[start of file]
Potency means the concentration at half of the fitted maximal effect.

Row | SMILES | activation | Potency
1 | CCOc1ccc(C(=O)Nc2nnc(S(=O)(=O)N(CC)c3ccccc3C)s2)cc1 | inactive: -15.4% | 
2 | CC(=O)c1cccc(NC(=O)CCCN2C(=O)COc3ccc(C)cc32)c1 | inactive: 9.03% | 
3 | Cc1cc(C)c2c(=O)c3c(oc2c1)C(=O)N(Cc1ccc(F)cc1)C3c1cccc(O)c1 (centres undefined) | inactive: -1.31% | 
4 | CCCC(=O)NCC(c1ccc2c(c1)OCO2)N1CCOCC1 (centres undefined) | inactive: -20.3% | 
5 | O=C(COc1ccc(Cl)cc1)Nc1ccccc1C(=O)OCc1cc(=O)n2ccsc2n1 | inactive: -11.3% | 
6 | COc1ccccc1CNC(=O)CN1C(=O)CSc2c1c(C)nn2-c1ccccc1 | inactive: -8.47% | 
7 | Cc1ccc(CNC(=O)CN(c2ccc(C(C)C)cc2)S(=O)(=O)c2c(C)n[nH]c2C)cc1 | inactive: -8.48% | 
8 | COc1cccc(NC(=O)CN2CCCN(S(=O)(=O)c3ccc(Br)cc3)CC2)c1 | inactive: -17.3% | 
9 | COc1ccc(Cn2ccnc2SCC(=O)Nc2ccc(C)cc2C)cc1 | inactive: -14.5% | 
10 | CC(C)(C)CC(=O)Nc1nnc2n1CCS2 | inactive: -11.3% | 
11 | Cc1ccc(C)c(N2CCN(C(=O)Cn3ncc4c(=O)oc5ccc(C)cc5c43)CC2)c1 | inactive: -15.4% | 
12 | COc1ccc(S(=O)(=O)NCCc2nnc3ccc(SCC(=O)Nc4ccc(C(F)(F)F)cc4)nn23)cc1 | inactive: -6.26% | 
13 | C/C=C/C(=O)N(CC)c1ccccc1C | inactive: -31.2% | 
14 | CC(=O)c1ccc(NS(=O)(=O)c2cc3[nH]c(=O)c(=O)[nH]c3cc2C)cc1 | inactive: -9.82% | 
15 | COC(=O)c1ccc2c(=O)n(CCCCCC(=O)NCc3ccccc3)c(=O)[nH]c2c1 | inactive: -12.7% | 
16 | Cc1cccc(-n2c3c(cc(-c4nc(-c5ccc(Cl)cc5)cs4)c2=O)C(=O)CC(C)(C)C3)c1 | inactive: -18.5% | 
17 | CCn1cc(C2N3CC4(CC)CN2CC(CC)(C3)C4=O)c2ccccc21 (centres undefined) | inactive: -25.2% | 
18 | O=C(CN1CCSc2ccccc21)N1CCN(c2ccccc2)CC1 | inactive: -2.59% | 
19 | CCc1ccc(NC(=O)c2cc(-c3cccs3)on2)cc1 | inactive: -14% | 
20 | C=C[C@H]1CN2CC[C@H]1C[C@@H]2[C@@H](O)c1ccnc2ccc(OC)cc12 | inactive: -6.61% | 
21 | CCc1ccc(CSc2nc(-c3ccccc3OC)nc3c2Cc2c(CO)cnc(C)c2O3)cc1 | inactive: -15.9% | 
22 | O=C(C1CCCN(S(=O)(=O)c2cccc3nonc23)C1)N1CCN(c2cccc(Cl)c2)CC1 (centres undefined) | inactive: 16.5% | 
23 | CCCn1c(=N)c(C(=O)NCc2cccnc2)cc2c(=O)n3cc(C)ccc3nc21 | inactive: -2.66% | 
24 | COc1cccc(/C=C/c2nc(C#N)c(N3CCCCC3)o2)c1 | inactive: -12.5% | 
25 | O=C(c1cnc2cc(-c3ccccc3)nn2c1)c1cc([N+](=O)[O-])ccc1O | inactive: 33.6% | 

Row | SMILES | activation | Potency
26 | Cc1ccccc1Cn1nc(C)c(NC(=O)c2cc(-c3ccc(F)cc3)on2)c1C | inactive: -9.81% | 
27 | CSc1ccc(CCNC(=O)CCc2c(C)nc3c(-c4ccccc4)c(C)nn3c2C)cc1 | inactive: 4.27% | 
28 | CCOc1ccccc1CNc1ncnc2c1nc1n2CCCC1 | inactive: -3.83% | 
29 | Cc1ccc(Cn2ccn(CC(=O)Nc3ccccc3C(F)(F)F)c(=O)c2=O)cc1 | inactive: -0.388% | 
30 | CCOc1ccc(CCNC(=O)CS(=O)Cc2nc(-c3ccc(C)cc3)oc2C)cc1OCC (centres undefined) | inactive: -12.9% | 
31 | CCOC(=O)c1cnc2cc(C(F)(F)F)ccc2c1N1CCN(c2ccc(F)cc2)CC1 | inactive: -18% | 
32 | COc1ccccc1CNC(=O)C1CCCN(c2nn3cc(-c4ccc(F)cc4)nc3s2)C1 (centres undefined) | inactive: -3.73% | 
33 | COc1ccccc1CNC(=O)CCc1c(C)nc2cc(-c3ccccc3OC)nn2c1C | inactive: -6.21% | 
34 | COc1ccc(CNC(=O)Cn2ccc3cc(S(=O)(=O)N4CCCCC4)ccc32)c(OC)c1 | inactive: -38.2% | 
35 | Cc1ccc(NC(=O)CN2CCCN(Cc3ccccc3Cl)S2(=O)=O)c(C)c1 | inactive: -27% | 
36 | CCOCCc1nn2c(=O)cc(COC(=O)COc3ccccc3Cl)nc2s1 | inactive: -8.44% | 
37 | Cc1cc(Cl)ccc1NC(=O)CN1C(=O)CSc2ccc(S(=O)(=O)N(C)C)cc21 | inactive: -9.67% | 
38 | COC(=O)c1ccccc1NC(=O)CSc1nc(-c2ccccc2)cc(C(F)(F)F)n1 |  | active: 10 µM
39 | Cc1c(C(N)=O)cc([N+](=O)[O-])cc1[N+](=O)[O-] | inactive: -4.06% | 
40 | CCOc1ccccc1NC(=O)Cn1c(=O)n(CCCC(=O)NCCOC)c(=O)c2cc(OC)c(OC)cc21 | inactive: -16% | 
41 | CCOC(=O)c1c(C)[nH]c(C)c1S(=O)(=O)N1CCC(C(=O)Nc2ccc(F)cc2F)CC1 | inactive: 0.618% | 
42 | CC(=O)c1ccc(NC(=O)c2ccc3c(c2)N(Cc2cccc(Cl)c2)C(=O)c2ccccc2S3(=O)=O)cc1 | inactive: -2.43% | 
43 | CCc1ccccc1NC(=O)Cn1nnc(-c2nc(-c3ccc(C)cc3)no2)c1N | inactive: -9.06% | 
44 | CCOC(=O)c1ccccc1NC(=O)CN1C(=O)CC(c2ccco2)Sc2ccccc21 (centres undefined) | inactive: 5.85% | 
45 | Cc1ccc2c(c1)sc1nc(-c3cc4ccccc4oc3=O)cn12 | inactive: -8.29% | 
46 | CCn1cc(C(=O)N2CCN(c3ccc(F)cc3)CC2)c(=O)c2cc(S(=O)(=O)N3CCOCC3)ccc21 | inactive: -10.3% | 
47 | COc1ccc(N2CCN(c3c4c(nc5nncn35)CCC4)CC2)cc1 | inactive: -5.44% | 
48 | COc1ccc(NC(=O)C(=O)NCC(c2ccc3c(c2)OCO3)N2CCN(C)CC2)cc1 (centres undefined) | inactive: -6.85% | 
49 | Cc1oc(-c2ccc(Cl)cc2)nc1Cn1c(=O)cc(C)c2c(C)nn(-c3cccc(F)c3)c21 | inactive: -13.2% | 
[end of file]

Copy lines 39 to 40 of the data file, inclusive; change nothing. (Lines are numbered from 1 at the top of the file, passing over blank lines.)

36 | CCOCCc1nn2c(=O)cc(COC(=O)COc3ccccc3Cl)nc2s1 | inactive: -8.44% | 
37 | Cc1cc(Cl)ccc1NC(=O)CN1C(=O)CSc2ccc(S(=O)(=O)N(C)C)cc21 | inactive: -9.67% | 